Professor Sheldon Jacobson on reducing Covid risks at airports

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Mitigating Covid-19 transmission risks aboard aircraft has been a major focal point during the current crisis. But before passengers even reach their gates, they have to navigate often crowded TSA security checkpoints. When stay-at-home orders and travel restrictions begin to lift, concerns about social distancing are likely to continue for a period. Aviation editor Robert Silk spoke with Sheldon Jacobson, a University of Illinois computer science professor whose research has included the foundational analysis of what became the TSA PreCheck program, about what can be done to reduce checkpoint risks.

Sheldon Jacobson
Sheldon Jacobson

Q: TSA checkpoints are frequently crowded. But there are also other reasons why they are especially conducive to transmitting a virus like Covid-19, right?

A: If you look at the footprint of the security lines, social distancing is not compatible with aviation security at all. They just don't fit together, because you're bringing people together in lines to go through a point where you have to take items out of your bag. You have to use bins to put these items in. You're in constant contact with transportation security officers. There are so many touchpoints that are less than 6 feet apart that the risk both to the TSA officers and to the passengers is great.

Q: You mentioned TSA agents. Close to 400 department employees have already contracted the virus. Is there a way to make TSA checkpoints somewhat more compatible with social distancing?

A: The solution already exists. When you go through a security checkpoint, you have your identification checked. That is a very human-intensive interaction. The only exception to that are the Clear lanes, which use biometrics. What we need to do is transition to an automated ID system using biometrics. People who have Global Entry or Nexus or Sentri already have that information in their cards. Putting the technology in place at airports to reduce the interactions between officers and passengers is a first step.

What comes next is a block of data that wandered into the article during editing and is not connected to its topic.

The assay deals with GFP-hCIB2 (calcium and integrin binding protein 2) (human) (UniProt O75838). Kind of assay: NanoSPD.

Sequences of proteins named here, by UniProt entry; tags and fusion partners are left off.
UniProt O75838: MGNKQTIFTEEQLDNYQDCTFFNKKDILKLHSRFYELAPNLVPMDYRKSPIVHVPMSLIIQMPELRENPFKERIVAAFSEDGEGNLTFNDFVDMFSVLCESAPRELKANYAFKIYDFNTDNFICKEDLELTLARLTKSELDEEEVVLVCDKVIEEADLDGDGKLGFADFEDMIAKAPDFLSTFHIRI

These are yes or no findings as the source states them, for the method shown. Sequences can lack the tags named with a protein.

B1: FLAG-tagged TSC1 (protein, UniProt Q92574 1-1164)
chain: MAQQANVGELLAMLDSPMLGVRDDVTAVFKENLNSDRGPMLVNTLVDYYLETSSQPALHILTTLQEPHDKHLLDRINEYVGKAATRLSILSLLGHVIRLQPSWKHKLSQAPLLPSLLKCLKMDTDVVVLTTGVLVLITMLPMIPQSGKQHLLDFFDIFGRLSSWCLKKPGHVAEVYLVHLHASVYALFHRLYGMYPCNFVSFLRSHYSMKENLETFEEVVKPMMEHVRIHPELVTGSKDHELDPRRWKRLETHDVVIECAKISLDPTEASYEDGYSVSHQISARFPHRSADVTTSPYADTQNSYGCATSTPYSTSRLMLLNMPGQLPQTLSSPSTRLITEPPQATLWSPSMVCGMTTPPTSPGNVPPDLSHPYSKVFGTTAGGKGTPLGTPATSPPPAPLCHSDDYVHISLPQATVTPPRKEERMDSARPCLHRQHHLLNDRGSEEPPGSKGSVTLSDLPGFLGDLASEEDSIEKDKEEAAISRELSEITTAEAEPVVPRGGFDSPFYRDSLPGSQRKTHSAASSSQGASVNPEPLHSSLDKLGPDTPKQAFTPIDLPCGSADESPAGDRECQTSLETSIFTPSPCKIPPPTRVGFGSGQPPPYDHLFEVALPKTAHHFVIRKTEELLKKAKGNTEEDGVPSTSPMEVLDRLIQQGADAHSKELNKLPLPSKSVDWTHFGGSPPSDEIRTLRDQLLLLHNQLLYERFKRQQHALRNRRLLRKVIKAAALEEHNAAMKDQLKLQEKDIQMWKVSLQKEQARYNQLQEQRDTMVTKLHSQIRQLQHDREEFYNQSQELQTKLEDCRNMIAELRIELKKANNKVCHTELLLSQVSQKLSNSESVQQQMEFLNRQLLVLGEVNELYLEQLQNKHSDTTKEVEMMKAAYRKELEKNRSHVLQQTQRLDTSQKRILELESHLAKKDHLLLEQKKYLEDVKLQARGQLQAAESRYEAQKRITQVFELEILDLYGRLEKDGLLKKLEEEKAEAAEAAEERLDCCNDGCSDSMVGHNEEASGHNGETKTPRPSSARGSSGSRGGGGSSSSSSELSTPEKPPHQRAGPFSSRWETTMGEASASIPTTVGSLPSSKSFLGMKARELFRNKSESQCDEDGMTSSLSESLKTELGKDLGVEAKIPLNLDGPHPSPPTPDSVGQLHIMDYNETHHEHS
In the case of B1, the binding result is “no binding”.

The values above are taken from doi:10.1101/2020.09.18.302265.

Q: So you would recommend that Global Entry members go through security in a similar fashion that Clear members currently do?

A: It would be very similar. With Global Entry, when you come into the country, you look at a screen, it reads your iris, it gives you a ticket, and literally, you don't need any human contact. We have over 450 commercial airports in the United States. But if you chose the 30 or 40 or 50 largest airports, you will then be covering 80% to 90% of the travelers as they enter in the secured air system.

Q: Only a small portion of travelers have Global Entry, though. What else should be done to reduce checkpoint crowding in the nearer term?

A: What's already there is PreCheck. And if we look at the procedures between PreCheck and non-PreCheck, there are a lot fewer touchpoints plus reduced time to get through security; that could be exploited. I wrote an article a couple years ago arguing that the federal government should offer PreCheck at no cost to any traveler who travels three or more times per year. That would reduce touchpoints, reduce transmission and make it safer for travelers to get through the security checkpoint. It would not cost the government anything because the cost of providing PreCheck status would be weighed against the savings at the airports in reduced TSA officers and machinery and equipment and technology.  

Q: But that still leaves all the travelers who haven't been vetted for PreCheck.

A: In the short run, one of the things they could do is limit travel only to people who are TSA PreCheck qualified. Over the next month or six weeks, it will be necessary. After that, we have to rethink this process to ramp up as many people as possible. So, it's conceivable that within four to six months we can have many more people in PreCheck, which means that the configuration and the use of the footprint of security lines will transform. You'll have many more PreCheck lanes. You can space the people more. But since they spend less time in the security process, that spacing will not have as much of an impact on the total time people wait. Because the regular process is so touchpoint-intensive, if you space the people, the delays will end up being in the hours.

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